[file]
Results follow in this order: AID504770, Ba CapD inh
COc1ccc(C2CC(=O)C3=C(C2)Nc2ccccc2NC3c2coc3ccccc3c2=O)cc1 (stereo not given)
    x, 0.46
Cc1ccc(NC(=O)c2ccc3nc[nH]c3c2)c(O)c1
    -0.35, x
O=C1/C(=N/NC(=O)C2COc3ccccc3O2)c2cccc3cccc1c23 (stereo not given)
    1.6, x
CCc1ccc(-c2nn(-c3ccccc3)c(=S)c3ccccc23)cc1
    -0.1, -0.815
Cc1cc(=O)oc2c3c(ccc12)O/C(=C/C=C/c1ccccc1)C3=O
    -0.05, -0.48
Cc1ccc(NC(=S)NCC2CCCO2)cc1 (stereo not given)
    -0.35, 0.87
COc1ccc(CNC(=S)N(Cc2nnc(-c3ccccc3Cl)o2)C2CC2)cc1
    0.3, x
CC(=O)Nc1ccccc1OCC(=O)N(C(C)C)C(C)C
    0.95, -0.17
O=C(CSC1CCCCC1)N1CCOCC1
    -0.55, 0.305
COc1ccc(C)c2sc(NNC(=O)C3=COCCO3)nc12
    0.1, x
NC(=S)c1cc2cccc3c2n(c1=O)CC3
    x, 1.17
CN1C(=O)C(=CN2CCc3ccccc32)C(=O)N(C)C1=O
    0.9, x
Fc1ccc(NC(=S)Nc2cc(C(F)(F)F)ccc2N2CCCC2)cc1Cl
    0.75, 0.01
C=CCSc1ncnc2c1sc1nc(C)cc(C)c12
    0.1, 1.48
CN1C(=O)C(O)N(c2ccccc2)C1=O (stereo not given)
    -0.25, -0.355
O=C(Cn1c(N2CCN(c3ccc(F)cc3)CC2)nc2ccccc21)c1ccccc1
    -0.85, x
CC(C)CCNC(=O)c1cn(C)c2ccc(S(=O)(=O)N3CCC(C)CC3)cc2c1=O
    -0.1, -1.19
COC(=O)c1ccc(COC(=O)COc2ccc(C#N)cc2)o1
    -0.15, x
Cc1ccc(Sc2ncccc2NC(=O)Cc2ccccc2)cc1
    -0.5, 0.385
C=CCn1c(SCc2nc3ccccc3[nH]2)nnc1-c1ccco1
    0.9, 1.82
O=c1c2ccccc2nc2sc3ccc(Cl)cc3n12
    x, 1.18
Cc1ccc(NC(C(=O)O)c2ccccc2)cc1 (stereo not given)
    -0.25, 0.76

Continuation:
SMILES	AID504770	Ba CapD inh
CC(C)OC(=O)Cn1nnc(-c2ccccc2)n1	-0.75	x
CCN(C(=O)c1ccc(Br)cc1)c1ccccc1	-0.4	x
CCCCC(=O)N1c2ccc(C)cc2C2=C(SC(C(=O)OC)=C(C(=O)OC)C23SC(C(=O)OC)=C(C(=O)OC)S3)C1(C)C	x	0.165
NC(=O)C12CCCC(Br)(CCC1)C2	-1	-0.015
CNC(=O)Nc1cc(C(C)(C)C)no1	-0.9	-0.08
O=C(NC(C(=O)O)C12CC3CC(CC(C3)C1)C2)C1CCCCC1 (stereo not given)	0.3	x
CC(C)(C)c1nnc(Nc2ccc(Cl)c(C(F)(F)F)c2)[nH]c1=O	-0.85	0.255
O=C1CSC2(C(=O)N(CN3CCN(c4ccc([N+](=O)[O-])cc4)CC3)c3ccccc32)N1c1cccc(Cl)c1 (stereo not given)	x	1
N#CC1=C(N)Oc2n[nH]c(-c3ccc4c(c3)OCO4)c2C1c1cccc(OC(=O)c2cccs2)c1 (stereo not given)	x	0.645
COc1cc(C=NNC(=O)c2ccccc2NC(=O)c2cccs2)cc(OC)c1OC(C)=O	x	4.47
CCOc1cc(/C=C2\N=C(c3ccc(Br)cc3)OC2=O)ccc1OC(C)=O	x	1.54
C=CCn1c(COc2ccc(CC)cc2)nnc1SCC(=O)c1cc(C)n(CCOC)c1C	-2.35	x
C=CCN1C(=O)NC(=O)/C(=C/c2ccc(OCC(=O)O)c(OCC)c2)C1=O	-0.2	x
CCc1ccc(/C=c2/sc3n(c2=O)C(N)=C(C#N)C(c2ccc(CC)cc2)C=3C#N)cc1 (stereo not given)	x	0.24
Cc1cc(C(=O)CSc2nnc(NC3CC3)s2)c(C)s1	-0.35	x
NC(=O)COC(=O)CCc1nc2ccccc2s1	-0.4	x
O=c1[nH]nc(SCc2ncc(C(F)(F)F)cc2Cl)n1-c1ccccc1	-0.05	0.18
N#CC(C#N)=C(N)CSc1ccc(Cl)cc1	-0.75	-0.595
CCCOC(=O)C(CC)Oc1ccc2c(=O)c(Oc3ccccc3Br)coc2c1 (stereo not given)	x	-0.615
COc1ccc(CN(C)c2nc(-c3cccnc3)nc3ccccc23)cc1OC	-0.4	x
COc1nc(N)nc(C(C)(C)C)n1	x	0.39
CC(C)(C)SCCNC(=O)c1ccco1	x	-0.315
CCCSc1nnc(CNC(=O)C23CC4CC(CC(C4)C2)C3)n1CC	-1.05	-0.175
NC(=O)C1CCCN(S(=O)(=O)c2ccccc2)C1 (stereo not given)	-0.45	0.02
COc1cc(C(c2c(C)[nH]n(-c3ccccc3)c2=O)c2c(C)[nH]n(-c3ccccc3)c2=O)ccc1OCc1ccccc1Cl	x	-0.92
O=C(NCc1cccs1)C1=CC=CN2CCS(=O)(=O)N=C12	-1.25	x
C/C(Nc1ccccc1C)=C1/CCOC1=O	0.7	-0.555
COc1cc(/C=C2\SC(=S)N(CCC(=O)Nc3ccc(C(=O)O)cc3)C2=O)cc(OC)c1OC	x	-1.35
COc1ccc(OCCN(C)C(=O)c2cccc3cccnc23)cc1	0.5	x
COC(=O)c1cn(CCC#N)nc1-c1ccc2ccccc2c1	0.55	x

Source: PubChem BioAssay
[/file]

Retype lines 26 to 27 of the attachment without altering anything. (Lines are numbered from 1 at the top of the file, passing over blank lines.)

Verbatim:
Fc1ccc(NC(=S)Nc2cc(C(F)(F)F)ccc2N2CCCC2)cc1Cl
    0.75, 0.01